‘We have a moral vacuum at the heart of government’: Dave Penman on the PM’s Patel decision

Pledges by Boris Johnson about tackling bullying in the future are not only hollow but insulting following last week’s events, says the FDA general secretary
Priti Patel and Boris Johnson Photo: PA

By Dave Penman

23 Nov 2020

Aficionados of my writing will know I usually try to start my piece with a joke, one that usually sets up the point of the article, if there is one, at the end. I can, however, find no humour in the events of the last few days and the extraordinary decision of the prime minister.

I want to centre this piece on those who have been forgotten in all of the kerfuffle, both by the prime minister and the sycophants who were tweeting their support for the home secretary. This sorry saga started because of the inappropriate behaviour of a secretary of state, one of the most powerful people in the country. Bullying is an abuse of power, and ministers in government departments are very powerful people. If a minister shouts and swears at any member of staff, never mind junior ones, then it’s unfathomable that there could be no recognition on their part of the impact this may have, particularly when this is not an isolated incident.

Stop for a moment and think what it would be like to have to work in those circumstances, because it’s quite clear that at no point the prime minister did. Instead, he sought to use his statement, dragged out of him after sitting on this inconvenient report for around six months, to justify, contextualise and excuse the behaviour.

The prime minister took a political decision, ignoring the evidence and the advice from Sir Alex Allan. What is also astonishing, is he did so knowing that Sir Alex would be resigning and that details of the evidence would be in the public domain. His disregard for the impact of his decision on the victims of the home secretary’s conduct, the longer-term impact it would have on civil servants who may need to complain about bullying, harassment or even sexual harassment from ministers, and the message it sends about the standards of conduct in public life was laid bare for all to see.

In weighing all of those elements up, he decided his priority was to “stick with Prit”, as he put it in parliament just days after the investigation was announced. His decision was one that was centred on the interests of the Conservative Party, not the victims, not the civil service and not good government. In a process that is shrouded in secrecy, it was the only nakedly transparent element of it.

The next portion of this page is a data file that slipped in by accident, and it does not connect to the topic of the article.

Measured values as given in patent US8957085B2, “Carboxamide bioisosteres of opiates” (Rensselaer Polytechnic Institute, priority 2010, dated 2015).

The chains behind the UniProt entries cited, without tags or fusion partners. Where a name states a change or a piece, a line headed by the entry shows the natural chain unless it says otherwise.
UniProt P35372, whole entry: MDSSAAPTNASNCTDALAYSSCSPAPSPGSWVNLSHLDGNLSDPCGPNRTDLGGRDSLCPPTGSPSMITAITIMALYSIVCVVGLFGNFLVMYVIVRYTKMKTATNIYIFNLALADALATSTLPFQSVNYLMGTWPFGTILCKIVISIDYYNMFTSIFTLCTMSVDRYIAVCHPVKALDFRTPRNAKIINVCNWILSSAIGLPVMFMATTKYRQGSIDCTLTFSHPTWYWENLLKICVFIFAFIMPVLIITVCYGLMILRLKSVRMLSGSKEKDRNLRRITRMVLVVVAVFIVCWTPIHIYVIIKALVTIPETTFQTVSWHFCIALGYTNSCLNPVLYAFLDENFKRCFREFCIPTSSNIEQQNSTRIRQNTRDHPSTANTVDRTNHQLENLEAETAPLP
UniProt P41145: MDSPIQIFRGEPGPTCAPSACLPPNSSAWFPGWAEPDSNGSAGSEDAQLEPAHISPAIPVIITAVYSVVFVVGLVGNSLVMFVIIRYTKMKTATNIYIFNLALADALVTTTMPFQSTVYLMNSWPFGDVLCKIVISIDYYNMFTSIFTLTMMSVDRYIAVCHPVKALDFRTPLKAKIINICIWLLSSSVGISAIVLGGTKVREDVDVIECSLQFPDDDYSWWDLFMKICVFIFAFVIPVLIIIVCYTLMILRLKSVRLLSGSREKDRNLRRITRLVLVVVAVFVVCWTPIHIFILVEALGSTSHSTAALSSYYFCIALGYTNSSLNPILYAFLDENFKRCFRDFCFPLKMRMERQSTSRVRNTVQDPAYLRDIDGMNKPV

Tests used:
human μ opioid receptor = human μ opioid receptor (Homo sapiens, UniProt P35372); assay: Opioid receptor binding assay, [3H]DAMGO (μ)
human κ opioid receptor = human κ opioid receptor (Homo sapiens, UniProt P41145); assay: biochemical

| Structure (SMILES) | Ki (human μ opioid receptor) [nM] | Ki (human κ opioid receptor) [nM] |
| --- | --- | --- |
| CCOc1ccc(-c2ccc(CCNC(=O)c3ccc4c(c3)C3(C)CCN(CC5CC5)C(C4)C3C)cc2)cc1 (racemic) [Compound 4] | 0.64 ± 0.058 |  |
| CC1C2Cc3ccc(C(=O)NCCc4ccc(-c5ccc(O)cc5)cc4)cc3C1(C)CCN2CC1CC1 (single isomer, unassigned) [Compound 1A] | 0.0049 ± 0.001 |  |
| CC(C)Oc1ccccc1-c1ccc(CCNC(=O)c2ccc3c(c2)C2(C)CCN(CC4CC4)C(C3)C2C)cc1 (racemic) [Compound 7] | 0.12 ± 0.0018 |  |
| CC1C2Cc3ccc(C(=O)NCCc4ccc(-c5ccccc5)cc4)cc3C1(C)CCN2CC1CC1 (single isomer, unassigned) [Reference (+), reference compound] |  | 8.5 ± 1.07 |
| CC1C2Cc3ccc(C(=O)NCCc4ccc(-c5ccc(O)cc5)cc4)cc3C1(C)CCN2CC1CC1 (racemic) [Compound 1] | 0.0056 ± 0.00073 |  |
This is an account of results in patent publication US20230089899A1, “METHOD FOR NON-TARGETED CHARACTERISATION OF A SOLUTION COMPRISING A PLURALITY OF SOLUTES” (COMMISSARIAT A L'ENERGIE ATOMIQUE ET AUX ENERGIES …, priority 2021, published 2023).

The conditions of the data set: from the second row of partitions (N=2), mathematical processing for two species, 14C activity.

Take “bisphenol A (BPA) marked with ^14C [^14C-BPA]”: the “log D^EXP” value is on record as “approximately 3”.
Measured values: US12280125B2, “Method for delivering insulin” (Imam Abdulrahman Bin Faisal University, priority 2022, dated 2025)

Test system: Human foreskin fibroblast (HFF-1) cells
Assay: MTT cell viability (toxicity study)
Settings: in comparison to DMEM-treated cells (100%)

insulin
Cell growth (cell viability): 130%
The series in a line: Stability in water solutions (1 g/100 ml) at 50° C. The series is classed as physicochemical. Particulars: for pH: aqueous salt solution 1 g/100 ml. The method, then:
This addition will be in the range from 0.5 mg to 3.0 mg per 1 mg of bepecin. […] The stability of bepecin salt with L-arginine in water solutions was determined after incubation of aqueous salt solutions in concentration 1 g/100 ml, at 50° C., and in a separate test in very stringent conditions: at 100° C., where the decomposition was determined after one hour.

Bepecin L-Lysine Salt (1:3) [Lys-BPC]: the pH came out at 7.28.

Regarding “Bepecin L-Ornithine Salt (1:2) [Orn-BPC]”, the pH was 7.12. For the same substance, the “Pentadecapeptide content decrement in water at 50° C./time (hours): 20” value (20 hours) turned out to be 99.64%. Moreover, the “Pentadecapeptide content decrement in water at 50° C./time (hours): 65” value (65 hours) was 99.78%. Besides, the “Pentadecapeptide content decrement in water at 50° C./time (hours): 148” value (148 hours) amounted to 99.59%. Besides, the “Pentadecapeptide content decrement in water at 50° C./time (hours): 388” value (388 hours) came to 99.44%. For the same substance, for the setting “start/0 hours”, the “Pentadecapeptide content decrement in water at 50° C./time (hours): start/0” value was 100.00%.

Whether it comes a surprise to anyone is neither here nor there, we now have a vacuum at the heart of government over how standards in public life will be upheld. This moral vacuum is bookended by some extraordinary acts of principle. Sir Philip Rutnam resigned as permanent secretary at the Home Office, exposing these issues in the first place. The team who assembled the report did so with integrity and impartiality, which ultimately led to the resignation of Sir Alex Allan given the prime minister’s refusal to accept the evidence of a breach of the Ministerial Code. If there is some comfort to be found in all of this, this is it.

But let’s get back to those who should be at the centre of this story, those who were bullied and those who may face similar behaviour in the future. Weasel words will have no meaning now to them. Pledges from the prime minister about the future are not only hollow but insulting. The prime minister chose to include in his foreword to the ministerial code the words “There must be no bullying and no harassment”. These words were unequivocal but they are meaningless if they are not followed up by action. It is always going to be a difficult political decision to enforce these when a minister if found to have breached the standards rightly expected of them. These do not make easy political decisions but, in the end, the prime minister is supposed to make the right decision for the civil service and the country.

That he is so blatantly incapable or unwilling of doing so simply reinforces the point that we have been banging on about for several years now – that the ministerial code is not fit for purpose when it comes to dealing with conduct issues such as these. As we saw in parliament, time and time again, unless there is a fully transparent and independent process, political interests will always outweigh those of the victims of inappropriate behaviour. That, sadly, is how our political system works.

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